You can’t go wrong with baking soda and vinegar when it comes to science experiments for kids. It’s just too fun to watch the fizzy reaction.
The apple volcano is a fun twist on the good ol’ baking soda and vinegar volcano. After we built a volcano out of LEGO, why not try using an apple as the volcano vessel?
To not waste food, we picked an apple in the fridge that had been pushed to the back and forgotten about. It was wrinkly and slightly shriveled and just did not look appetizing.
This is the perfect fall experiment as autumn is apple season! Your kids will have fun learning about apples and eating lots of them. Apple volcano science is the natural fit for your apple unit study.
Let’s get erupting!
How to Erupt an Apple Volcano
- Baking soda
- Container with raised sides (to catch the “lava”)
- Knife (to core the apple)
- Optional: food coloring
- Optional: dish soap
- Optional: pipette or dropper
- Core the apple. Do not core all the way through – you want to leave the bottom of the apple intact.
- Put the apple on the plate or tray.
- Fill the core of the apple with baking soda. There is no exact measurement, but just make sure you don’t fill up the hole all the way. Leave some room for the vinegar.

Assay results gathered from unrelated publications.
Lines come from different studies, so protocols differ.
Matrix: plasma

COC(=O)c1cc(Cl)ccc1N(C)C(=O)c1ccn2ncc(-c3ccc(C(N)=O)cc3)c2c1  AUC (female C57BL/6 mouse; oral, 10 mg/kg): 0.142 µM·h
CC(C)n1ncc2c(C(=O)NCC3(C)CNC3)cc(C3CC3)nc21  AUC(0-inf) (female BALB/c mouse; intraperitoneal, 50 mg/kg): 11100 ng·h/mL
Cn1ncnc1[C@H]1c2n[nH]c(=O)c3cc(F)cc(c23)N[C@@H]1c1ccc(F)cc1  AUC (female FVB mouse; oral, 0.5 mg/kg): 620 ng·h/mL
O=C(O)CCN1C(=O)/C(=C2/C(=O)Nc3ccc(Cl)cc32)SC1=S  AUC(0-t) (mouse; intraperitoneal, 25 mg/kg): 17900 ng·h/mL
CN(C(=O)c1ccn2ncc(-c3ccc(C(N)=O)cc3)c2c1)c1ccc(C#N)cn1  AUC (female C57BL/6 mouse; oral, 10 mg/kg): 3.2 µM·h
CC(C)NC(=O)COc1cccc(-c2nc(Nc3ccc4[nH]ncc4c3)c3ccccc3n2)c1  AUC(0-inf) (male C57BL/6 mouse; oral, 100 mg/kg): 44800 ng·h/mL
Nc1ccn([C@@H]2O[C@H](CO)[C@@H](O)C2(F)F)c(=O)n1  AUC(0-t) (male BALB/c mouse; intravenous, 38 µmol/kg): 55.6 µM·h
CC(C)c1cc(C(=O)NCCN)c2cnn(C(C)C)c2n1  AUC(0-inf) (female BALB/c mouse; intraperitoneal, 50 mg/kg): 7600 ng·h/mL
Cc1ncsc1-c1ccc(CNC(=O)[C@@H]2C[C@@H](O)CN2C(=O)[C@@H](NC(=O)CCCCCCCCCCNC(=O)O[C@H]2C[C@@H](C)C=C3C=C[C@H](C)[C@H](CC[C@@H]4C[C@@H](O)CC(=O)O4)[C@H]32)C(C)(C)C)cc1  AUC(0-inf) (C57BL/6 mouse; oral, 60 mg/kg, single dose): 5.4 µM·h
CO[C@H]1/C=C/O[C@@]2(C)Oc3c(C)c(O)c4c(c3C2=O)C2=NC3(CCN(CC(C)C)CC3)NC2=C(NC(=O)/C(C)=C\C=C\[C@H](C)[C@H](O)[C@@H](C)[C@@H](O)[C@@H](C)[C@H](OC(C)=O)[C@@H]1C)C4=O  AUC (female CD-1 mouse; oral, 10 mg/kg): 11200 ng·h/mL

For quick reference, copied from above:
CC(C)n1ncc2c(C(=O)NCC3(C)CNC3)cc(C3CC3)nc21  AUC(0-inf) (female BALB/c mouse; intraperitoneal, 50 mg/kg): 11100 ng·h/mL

- Optional: add a drop of dish soap to make the eruption nice and foamy. You can also add a couple of drops of food coloring for a more colorful eruption.
- Slowly pour in the vinegar. If you have younger kids who can’t control how much they pour, then it’s better to use a pipette or dropper.
- Watch the eruption take place!
The Science Behind an Apple Volcano
As explained in the LEGO volcano experiment, the chemical reaction between the baking soda and vinegar is what causes the eruption.
When you combine an acid (the vinegar) and a base (the baking soda) together, carbon dioxide is formed. The dish soap collects the carbon dioxide gas and makes more and bigger bubbles that flow out of the apple core.
As simple as the apple volcano is, you can do a lot of experiments and teach your kids about the scientific method. When doing these extensions, always ask your kid first what he thinks will happen.
- Instead of adding baking soda to the apple, pour in vinegar instead. Then add the baking soda to the vinegar. Was the eruption bigger or smaller?
- If you didn’t add the dish soap, add a drop; or if you did add dish soap, then omit it this time. Do you observe a big difference when it comes to the lava coming out?
- Try adding a different liquid to the baking soda. For example, you can try lemon juice, milk, or water. Make a prediction about what’s going to happen.
- Try using different apples. Does the type of apple make a difference for the eruption?
Final Thoughts on the Apple Volcano Science Experiment
You really can’t go wrong with baking soda and vinegar. Kids love watching the chemical reaction, and they also love sticking their hands in the fizz afterward.
Plus, you usually have the supplies in the house so there is no need to go out and spend money to buy materials for the experiment!
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